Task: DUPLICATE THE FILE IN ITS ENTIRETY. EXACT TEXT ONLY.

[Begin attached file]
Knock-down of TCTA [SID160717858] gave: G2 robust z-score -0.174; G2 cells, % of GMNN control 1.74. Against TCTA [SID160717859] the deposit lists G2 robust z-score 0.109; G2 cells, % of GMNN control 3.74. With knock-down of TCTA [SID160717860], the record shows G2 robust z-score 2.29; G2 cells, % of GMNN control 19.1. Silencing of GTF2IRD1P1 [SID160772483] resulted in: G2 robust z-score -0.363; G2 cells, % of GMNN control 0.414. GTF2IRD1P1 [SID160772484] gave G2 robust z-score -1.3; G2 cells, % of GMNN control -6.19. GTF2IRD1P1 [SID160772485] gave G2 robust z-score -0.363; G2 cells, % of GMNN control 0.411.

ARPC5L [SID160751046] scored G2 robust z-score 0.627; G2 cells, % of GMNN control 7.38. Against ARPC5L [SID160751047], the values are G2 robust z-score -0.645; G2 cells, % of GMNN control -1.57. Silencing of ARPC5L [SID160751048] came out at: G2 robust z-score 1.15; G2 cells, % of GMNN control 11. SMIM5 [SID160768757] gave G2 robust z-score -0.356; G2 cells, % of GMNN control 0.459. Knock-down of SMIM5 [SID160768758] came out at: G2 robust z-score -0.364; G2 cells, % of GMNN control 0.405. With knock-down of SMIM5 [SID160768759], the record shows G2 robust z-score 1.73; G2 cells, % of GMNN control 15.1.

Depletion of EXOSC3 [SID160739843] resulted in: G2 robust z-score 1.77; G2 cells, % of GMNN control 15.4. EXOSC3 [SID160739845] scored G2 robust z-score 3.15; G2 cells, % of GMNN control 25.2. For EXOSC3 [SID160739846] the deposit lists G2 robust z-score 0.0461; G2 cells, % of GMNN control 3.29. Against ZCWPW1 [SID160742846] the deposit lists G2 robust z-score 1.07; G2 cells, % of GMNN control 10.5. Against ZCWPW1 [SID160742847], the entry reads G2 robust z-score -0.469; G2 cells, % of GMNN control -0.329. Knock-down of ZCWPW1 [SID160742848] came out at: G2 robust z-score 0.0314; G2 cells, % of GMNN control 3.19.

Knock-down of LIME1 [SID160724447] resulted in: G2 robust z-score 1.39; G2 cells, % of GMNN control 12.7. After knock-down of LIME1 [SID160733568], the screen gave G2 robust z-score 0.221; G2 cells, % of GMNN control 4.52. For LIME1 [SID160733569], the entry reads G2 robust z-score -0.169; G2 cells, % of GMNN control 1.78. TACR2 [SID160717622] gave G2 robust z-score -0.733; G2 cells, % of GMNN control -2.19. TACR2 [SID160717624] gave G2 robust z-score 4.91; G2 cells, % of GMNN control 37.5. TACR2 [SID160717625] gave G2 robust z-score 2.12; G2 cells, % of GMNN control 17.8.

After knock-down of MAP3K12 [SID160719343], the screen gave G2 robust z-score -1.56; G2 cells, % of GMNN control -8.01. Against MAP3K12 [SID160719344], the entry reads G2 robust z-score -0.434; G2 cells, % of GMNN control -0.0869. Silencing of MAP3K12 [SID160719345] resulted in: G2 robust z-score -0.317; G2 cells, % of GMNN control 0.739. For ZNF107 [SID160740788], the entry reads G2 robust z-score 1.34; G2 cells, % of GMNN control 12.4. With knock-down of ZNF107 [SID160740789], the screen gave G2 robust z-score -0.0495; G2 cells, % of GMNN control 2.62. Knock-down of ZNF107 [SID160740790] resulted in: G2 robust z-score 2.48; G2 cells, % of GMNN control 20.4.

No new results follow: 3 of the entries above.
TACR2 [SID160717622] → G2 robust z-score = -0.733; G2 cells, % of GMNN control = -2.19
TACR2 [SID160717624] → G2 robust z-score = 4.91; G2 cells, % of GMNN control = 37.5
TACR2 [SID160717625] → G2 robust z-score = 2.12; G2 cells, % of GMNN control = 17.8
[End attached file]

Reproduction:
Knock-down of TCTA [SID160717858] gave: G2 robust z-score -0.174; G2 cells, % of GMNN control 1.74. Against TCTA [SID160717859] the deposit lists G2 robust z-score 0.109; G2 cells, % of GMNN control 3.74. With knock-down of TCTA [SID160717860], the record shows G2 robust z-score 2.29; G2 cells, % of GMNN control 19.1. Silencing of GTF2IRD1P1 [SID160772483] resulted in: G2 robust z-score -0.363; G2 cells, % of GMNN control 0.414. GTF2IRD1P1 [SID160772484] gave G2 robust z-score -1.3; G2 cells, % of GMNN control -6.19. GTF2IRD1P1 [SID160772485] gave G2 robust z-score -0.363; G2 cells, % of GMNN control 0.411.

ARPC5L [SID160751046] scored G2 robust z-score 0.627; G2 cells, % of GMNN control 7.38. Against ARPC5L [SID160751047], the values are G2 robust z-score -0.645; G2 cells, % of GMNN control -1.57. Silencing of ARPC5L [SID160751048] came out at: G2 robust z-score 1.15; G2 cells, % of GMNN control 11. SMIM5 [SID160768757] gave G2 robust z-score -0.356; G2 cells, % of GMNN control 0.459. Knock-down of SMIM5 [SID160768758] came out at: G2 robust z-score -0.364; G2 cells, % of GMNN control 0.405. With knock-down of SMIM5 [SID160768759], the record shows G2 robust z-score 1.73; G2 cells, % of GMNN control 15.1.

Depletion of EXOSC3 [SID160739843] resulted in: G2 robust z-score 1.77; G2 cells, % of GMNN control 15.4. EXOSC3 [SID160739845] scored G2 robust z-score 3.15; G2 cells, % of GMNN control 25.2. For EXOSC3 [SID160739846] the deposit lists G2 robust z-score 0.0461; G2 cells, % of GMNN control 3.29. Against ZCWPW1 [SID160742846] the deposit lists G2 robust z-score 1.07; G2 cells, % of GMNN control 10.5. Against ZCWPW1 [SID160742847], the entry reads G2 robust z-score -0.469; G2 cells, % of GMNN control -0.329. Knock-down of ZCWPW1 [SID160742848] came out at: G2 robust z-score 0.0314; G2 cells, % of GMNN control 3.19.

Knock-down of LIME1 [SID160724447] resulted in: G2 robust z-score 1.39; G2 cells, % of GMNN control 12.7. After knock-down of LIME1 [SID160733568], the screen gave G2 robust z-score 0.221; G2 cells, % of GMNN control 4.52. For LIME1 [SID160733569], the entry reads G2 robust z-score -0.169; G2 cells, % of GMNN control 1.78. TACR2 [SID160717622] gave G2 robust z-score -0.733; G2 cells, % of GMNN control -2.19. TACR2 [SID160717624] gave G2 robust z-score 4.91; G2 cells, % of GMNN control 37.5. TACR2 [SID160717625] gave G2 robust z-score 2.12; G2 cells, % of GMNN control 17.8.

After knock-down of MAP3K12 [SID160719343], the screen gave G2 robust z-score -1.56; G2 cells, % of GMNN control -8.01. Against MAP3K12 [SID160719344], the entry reads G2 robust z-score -0.434; G2 cells, % of GMNN control -0.0869. Silencing of MAP3K12 [SID160719345] resulted in: G2 robust z-score -0.317; G2 cells, % of GMNN control 0.739. For ZNF107 [SID160740788], the entry reads G2 robust z-score 1.34; G2 cells, % of GMNN control 12.4. With knock-down of ZNF107 [SID160740789], the screen gave G2 robust z-score -0.0495; G2 cells, % of GMNN control 2.62. Knock-down of ZNF107 [SID160740790] resulted in: G2 robust z-score 2.48; G2 cells, % of GMNN control 20.4.

No new results follow: 3 of the entries above.
TACR2 [SID160717622] → G2 robust z-score = -0.733; G2 cells, % of GMNN control = -2.19
TACR2 [SID160717624] → G2 robust z-score = 4.91; G2 cells, % of GMNN control = 37.5
TACR2 [SID160717625] → G2 robust z-score = 2.12; G2 cells, % of GMNN control = 17.8